Academic journal article Canadian Social Science

German Is Not Necessarily More Difficult Than English: Evidence from a Comparison among English, German and Hanyu Pinyin/L'ALLEMAND N'EST PAS FORCÉMENT PLUS DIFFICILE QUE L'ANGLAIS: CONCLUSION TIRÉE D'UNE COMPARAISON ENTRE L'ANGLAIS, L'ALLEMAND ET LE PINYIN

Academic journal article Canadian Social Science

German Is Not Necessarily More Difficult Than English: Evidence from a Comparison among English, German and Hanyu Pinyin/L'ALLEMAND N'EST PAS FORCÉMENT PLUS DIFFICILE QUE L'ANGLAIS: CONCLUSION TIRÉE D'UNE COMPARAISON ENTRE L'ANGLAIS, L'ALLEMAND ET LE PINYIN

Article excerpt

Abstract:

In the area of foreign language learning in China, it is a widely-received view that German is more difficult to learn than English. Few people have realized that the factors that make German difficult to learn can in fact make it easier to learn. This article argues that it is not necessarily the case. Through comparing three pairs of relations in German, English and Hanyu-Pinyin, the author shows that there is a similarity between German and Hanyu-Pinyin in terms of pronunciation and spelling. The relations set up and observed in this article are those between vowel letters and their names, between the names of vowel letter and their sounds in words, between the sounds of vowel letters and their written forms in words. The conclusion at the end may to a certain extent change the generally received claim.

Key words: phoneme, grapheme, orthography

Résumé: En Chine, dans le milieu de l'enseignement des langues étrangères, nombreux sont les chercheurs qui disent que l'allemand est plus difficile à apprendre que l'anglais, mais peu d'entre eux essaient de trouver les choses « faciles » dans cette langue « difficile ». Nous essayerons dans le présent article de trouver des choses plus faciles à maîtriser en allemand qu'en anglais, en faisant des comparaisons entre le Pinyin et ces deux langues. Ces comparaisons portent principalement sur trois relations : relation entre les voyelles et leur nom; relation entre le nom des voyelles et leur prononciation dans un mot ; relation entre la prononciation des voyelles dans un mot et Pépellation de ce mot. Le but de cette recherche est de changer en quelques sortes le préjugé qui dit que « l'allemand est plus difficile que l'anglais de tous les points de vue».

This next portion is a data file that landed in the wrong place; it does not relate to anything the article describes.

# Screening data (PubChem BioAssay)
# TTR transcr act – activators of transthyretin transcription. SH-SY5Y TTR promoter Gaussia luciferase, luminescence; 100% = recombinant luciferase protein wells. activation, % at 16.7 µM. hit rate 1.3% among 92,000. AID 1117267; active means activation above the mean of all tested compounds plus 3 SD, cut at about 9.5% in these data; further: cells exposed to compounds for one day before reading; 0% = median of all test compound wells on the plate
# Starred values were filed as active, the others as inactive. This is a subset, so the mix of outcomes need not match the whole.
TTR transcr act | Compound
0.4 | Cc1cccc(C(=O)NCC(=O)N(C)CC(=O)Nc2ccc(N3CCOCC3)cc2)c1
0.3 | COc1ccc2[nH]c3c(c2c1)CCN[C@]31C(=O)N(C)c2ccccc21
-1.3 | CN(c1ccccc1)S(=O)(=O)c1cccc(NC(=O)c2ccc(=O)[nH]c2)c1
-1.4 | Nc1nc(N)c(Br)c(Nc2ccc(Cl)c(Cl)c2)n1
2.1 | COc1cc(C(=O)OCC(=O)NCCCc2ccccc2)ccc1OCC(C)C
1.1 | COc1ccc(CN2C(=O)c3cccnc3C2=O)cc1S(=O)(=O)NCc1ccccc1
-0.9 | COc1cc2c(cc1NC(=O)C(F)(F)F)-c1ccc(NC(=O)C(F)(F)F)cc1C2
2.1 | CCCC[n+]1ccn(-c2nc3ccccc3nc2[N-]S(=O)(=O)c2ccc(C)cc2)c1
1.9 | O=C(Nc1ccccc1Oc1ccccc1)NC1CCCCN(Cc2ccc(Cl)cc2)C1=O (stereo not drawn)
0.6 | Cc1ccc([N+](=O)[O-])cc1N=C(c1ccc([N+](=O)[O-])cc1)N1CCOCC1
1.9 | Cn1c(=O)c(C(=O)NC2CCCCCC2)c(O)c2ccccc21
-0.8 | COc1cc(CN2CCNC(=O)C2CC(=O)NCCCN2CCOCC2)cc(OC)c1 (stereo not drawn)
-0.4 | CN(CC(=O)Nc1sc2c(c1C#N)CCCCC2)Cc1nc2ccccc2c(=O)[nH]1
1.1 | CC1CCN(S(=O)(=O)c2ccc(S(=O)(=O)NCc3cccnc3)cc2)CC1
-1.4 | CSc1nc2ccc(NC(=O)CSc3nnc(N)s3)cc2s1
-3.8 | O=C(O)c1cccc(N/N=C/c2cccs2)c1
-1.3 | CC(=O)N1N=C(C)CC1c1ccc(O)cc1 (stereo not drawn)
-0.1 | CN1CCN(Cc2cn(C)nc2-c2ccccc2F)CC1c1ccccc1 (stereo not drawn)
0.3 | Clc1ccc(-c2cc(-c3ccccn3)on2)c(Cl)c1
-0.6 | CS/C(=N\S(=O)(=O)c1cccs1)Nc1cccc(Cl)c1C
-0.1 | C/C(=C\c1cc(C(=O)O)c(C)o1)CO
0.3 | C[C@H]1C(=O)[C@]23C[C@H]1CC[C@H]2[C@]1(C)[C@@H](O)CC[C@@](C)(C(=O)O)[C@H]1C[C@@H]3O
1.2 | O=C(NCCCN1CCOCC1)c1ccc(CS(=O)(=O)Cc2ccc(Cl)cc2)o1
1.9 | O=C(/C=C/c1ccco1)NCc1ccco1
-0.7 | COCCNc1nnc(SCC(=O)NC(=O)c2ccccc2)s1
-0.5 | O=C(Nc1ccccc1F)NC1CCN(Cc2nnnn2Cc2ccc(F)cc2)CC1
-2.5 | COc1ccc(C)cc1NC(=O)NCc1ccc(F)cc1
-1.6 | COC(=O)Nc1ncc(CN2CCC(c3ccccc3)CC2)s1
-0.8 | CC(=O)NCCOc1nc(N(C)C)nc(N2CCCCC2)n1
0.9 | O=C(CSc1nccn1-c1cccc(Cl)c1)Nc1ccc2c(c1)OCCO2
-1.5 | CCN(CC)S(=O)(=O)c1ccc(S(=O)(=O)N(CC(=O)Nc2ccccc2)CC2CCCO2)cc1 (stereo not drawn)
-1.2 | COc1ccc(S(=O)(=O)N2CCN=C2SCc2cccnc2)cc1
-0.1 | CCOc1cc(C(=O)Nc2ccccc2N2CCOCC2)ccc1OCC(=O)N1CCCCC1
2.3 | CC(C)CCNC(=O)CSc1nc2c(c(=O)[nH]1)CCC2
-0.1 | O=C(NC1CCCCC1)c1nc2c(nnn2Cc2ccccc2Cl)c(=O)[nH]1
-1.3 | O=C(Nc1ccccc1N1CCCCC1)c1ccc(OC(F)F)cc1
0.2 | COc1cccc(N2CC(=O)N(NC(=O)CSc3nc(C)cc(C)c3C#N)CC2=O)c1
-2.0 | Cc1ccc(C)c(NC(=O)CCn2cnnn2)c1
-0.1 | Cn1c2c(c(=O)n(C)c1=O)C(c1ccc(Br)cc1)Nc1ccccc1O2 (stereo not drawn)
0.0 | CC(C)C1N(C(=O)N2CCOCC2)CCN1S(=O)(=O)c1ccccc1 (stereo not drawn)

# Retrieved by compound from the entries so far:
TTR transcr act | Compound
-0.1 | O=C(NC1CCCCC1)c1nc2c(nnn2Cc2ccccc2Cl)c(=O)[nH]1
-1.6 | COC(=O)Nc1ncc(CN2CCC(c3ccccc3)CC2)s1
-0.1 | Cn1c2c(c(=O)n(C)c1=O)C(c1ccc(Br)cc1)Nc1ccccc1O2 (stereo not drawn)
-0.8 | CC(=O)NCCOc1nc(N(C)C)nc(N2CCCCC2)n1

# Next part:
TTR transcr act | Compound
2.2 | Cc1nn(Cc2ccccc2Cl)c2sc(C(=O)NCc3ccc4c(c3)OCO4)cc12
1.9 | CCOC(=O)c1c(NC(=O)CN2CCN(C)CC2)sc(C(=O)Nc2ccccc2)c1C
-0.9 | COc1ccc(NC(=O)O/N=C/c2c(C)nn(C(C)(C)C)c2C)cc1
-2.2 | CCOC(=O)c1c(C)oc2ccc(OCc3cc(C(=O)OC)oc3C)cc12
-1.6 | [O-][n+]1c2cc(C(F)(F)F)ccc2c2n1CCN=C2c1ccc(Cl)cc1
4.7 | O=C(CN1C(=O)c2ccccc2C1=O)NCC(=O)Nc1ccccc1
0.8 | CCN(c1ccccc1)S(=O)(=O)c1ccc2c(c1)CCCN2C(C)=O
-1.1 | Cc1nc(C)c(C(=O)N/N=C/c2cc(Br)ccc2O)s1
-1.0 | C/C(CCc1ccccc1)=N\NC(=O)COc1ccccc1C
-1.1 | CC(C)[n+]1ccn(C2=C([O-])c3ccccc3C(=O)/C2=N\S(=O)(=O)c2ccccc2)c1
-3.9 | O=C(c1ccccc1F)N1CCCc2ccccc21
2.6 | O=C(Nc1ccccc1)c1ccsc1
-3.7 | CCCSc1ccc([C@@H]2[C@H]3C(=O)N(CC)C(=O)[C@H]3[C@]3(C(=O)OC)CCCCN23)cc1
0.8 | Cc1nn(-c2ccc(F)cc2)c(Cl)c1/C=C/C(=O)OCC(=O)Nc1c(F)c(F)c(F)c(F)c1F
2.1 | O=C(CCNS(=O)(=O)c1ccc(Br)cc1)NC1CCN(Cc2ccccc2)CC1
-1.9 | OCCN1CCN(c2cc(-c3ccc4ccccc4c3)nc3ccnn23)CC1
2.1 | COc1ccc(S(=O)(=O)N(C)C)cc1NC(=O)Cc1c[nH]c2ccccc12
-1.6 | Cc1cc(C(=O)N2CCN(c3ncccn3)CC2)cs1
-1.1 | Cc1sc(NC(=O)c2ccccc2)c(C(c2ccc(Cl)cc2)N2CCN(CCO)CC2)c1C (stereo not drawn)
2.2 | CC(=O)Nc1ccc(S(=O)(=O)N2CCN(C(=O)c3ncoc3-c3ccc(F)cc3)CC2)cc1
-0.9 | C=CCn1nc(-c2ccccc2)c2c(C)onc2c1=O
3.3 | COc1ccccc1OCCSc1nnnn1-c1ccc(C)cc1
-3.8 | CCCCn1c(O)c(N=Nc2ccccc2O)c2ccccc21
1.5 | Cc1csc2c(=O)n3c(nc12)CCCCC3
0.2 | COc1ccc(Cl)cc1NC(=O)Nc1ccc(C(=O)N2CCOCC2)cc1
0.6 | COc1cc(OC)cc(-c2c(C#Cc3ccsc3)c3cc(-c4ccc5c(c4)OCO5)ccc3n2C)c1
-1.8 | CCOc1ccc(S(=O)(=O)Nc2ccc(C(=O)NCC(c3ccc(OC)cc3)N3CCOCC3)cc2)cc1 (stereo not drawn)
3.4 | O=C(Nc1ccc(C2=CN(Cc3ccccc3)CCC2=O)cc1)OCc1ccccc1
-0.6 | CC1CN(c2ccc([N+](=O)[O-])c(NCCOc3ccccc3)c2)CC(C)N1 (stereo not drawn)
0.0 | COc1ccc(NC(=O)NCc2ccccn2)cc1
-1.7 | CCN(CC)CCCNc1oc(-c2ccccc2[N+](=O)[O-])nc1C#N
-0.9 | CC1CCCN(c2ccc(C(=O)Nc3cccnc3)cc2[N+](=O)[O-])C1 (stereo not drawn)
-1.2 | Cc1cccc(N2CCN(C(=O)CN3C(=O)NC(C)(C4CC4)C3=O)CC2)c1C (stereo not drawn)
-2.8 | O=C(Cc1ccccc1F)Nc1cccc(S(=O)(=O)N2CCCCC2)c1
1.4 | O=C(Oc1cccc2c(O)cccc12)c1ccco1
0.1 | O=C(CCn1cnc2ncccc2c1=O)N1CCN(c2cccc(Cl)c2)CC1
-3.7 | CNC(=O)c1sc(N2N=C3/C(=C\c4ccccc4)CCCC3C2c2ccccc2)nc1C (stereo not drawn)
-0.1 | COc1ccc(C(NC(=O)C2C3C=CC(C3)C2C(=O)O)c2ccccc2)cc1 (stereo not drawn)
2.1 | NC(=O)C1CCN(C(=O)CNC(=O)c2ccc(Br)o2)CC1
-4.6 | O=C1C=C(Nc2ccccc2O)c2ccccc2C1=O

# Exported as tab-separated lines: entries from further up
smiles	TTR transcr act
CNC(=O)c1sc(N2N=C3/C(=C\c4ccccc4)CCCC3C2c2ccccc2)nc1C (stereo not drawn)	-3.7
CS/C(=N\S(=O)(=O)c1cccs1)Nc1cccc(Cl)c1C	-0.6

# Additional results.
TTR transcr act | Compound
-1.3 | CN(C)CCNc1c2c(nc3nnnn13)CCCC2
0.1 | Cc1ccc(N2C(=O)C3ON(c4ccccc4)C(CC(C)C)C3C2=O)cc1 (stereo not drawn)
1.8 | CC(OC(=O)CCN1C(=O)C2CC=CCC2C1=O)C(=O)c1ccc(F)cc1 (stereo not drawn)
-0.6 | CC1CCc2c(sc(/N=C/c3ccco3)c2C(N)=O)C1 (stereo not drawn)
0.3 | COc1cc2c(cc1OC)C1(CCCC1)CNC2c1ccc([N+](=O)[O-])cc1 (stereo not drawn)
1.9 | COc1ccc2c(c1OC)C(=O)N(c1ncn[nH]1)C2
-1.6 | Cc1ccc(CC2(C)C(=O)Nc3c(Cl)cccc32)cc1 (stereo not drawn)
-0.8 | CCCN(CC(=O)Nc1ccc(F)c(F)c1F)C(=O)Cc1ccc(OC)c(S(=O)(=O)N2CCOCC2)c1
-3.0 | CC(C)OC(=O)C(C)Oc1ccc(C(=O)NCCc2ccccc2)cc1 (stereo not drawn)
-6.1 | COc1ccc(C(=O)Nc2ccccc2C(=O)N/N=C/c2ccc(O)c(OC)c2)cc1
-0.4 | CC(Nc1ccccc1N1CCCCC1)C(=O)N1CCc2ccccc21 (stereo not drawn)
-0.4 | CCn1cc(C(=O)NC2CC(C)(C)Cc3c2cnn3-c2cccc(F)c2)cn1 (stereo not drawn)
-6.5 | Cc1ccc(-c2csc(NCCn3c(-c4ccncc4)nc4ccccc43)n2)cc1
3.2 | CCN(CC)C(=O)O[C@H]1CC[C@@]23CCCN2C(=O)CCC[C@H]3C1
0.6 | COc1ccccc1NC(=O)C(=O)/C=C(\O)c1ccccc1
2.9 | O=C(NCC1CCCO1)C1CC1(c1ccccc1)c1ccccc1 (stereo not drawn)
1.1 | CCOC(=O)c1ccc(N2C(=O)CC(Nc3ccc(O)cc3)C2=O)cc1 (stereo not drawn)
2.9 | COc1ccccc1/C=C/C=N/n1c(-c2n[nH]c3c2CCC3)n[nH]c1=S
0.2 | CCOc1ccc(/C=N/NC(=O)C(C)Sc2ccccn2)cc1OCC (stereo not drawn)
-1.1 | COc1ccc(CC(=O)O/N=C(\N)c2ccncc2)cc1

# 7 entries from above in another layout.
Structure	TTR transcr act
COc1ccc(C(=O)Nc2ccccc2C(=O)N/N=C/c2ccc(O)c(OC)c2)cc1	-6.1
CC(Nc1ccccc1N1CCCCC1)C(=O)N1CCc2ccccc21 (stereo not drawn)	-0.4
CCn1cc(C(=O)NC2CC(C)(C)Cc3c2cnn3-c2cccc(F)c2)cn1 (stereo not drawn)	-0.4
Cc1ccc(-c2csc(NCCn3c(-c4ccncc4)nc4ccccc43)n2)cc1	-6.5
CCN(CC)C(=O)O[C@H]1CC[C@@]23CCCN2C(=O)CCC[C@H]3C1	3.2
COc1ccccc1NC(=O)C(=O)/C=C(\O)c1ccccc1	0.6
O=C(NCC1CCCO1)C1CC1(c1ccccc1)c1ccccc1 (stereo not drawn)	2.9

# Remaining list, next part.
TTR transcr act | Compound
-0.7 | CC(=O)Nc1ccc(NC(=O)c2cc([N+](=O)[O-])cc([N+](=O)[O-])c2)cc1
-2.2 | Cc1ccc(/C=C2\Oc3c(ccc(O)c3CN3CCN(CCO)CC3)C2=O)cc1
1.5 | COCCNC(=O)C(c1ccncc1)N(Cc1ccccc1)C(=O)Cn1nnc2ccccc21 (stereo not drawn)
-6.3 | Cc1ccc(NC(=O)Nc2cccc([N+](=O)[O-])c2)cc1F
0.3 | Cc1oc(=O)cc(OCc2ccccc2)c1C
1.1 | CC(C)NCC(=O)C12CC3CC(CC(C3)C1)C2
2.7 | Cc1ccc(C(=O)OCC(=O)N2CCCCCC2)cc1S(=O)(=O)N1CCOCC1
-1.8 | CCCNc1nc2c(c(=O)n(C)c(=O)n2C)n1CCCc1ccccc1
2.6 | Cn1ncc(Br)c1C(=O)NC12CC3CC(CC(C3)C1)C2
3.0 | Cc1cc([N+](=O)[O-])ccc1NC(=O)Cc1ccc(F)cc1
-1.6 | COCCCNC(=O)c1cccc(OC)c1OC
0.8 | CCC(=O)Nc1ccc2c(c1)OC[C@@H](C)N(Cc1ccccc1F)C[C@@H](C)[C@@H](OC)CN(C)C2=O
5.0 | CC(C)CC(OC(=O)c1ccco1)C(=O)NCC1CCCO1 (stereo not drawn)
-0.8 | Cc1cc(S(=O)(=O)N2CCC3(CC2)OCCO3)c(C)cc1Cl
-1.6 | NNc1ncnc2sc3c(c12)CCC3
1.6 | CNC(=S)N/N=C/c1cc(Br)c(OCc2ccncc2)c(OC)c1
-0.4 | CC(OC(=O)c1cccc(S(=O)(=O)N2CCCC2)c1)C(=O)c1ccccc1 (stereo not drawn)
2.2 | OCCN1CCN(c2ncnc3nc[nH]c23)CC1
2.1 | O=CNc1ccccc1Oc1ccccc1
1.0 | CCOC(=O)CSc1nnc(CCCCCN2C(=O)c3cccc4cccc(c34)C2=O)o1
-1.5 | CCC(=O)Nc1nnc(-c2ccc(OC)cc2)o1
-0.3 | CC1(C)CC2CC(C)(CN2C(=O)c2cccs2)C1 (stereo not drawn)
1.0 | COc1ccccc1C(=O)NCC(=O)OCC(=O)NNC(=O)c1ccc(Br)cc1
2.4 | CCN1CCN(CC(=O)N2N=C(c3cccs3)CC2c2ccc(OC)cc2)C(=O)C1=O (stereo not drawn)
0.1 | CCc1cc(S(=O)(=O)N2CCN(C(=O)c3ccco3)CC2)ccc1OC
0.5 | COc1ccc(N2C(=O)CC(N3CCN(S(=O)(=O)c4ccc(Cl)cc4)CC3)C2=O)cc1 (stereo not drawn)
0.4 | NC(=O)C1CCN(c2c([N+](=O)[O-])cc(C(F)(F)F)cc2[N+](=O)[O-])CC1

Mots-Clés: phonème, graphème, orthographe

(ProQuest-CSA LLC: ... denotes non-USASCII text omitted.)

1. INTRODUCTION

When it comes to the similarities and differences between any two languages, we cannot avoid thinking of their origins. German and English, as near neighbors of Germanic branch in the Indo-European languages, are very different from Chinese, a big member of the Sino-Tibetan language family. In spite of this, the German language is not that strange to those Chinese students who have started to learn it at the very beginning of their study at colleges of foreign languages or in a language course offered by any domestic institutions concerned. On the one hand, they might have learnt some Enlgish knowledge which is usually a compusory subject at high school; on the other hand, they might have a good commond of Hanyu Pinyin at primary school or even in the pre-schooling days, obtaining some basic ideas about the phonetic alphabet and the phonetic transcription of Putonghua (the Chinese Common Speech). Hanyu Pinyin, which records the standard form of pronunciation of Chinese characters with Latin letters, was enacted at the first people's congress of China in 1958. Possessing such previous knowledge, they might probably perceive some simplicity of German language from the early stage of their learning. The simplicity lies in the relatively higher grade of identity between the name of vowel letters and their sounds in words. In the first class the teacher, when introducing German alphabet, writes an "a" and an "A" on the blackboard, and then asks the students to read them aloud. For the students it is not difficult for them to recognize them and to write them down, what they need to leam instead is the name of the letters. They need to know that "a" and "A" in German are termed not "[eI]" but "[a:]". The teacher will write a few words such as "Tag, Bad, Mal" as examples for correct pronunciation. The students will see that the name of "a" and the sound of it in those words are identical. After they have become well acquainted with all the five vowel letters, i.e. to know how to call them ([a:], [e:], [i:], [o:], [u:]), how to write them (, , , , ), and how to pronounce them ( /a:/, /a/, /e:/, /ε/, /i:/, /I/, /o:/, /. …

Search by... Author
Show... All Results Primary Sources Peer-reviewed

Oops!

An unknown error has occurred. Please click the button below to reload the page. If the problem persists, please try again in a little while.